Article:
- 1 large or 2 small spaghetti squash
- 4-6 garlic cloves, chopped
- ¾ – 1 cup thinly sliced leek (can substitute scallion or onion)
- 5 oz fresh spinach
- ¼ cup chicken or vegetable broth
- 1 teaspoon pink Himalayan or sea salt
- ⅛ – ¼ teaspoon cayenne pepper (or to taste)
- Olive oil (about 3 Tablespoons)
- Diced chicken
- Additional veggies (i.e., mushrooms, peppers, etc.)
- Preheat oven to 400F.
- In a small bowl, mix together salt and cayenne pepper.
- Prepare spaghetti squash by slicing lengthwise. Scrape out seeds. Brush the inside of squash with olive oil.
- Sprinkle with a pinch or two of the salt/cayenne pepper mixture. Place squash cut side down on baking sheet. Bake squash until tender (40-50 minutes).
- When squash can be pierced easily with a fork, remove from oven. Carefully use a fork to scrape out the inside of the squash, creating your “spaghetti noodles”.
- In a skillet, add 1-2 tablespoons of olive oil over medium heat. When oil is hot, add in sliced leeks and chopped garlic and pinch or two of the salt/cayenne pepper mixture. Saute until softened, 5-7 minutes. Add in spinach and broth. Saute just until spinach is wilted. Add spaghetti squash and gently toss together. Serve warm and enjoy!
Serves 4. Per Serving (based on using leek & vegetable broth):
Calories: 394 | Total Fat: 15 g | Total Carbohydrate: 68 g | Dietary Fiber: 15 g | Protein: 7 g
Cayenne pepper is a good source of beta carotene and antioxidants that support the immune system. The key compound in cayenne called capsaicin is also cardioprotective, anti-inflammatory, helps prevent kidney stones and speed up metabolism and has beneficial effects on the GI system.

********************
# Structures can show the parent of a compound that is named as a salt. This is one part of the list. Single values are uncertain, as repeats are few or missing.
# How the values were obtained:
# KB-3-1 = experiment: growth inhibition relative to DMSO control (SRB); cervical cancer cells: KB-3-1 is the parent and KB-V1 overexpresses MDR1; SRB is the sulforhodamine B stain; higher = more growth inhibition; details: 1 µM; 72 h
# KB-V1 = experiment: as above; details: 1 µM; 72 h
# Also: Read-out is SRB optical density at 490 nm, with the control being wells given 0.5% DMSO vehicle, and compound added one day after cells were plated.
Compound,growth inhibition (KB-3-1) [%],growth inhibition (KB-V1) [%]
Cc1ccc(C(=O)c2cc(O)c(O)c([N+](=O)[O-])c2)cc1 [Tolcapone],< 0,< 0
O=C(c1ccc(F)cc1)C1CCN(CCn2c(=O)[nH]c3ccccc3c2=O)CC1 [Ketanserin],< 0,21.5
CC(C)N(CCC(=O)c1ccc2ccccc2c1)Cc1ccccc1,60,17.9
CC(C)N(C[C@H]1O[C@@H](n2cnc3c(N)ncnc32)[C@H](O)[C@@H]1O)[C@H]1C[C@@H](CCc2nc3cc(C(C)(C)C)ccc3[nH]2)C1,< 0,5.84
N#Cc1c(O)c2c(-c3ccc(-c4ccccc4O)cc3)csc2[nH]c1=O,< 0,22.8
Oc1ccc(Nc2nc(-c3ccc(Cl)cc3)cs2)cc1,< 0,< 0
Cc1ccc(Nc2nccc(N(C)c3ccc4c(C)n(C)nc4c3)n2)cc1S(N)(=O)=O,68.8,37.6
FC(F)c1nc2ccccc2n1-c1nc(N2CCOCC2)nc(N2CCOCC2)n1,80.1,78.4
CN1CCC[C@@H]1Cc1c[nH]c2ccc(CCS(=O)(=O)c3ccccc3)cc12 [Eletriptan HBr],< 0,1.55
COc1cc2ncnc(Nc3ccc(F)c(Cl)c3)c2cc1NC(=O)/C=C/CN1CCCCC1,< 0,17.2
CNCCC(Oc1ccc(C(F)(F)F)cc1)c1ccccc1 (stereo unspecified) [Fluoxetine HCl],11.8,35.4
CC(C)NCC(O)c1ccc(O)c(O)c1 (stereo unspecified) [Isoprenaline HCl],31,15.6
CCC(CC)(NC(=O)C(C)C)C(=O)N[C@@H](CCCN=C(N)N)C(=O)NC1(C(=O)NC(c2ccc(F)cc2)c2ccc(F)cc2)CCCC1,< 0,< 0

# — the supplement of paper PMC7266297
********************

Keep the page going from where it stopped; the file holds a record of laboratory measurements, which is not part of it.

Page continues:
There are over 300 varieties of garlic grown around the world. It is considered both a vegetable and an herb and is clinically proven to support the immune system.
Leeks are an excellent source of several nutrients, including vitamin C, calcium, and vitamin K. A single leek contains 46% of the RDA for vitamin K and 14% of the RDA for vitamin C.
Mushrooms inhibit an enzyme called aromatase, which produces estrogen. The common button mushroom has some of the strongest anti-aromatase activity.
Pure olive oil is high in nutrients including vitamins D, E, K, and A as well as omega-3 fatty acids. For the highest quality, look for organic extra virgin olive oil in dark glass bottles or tins that have an expiry date.
Green leafy veggies such as spinach contain antioxidants and other compounds that help rid your body of harmful toxins and support healthy lungs.
Like carrots, squash are another fantastic source of vitamin A and beta-carotene, an extremely important nutrient for eye and vision health.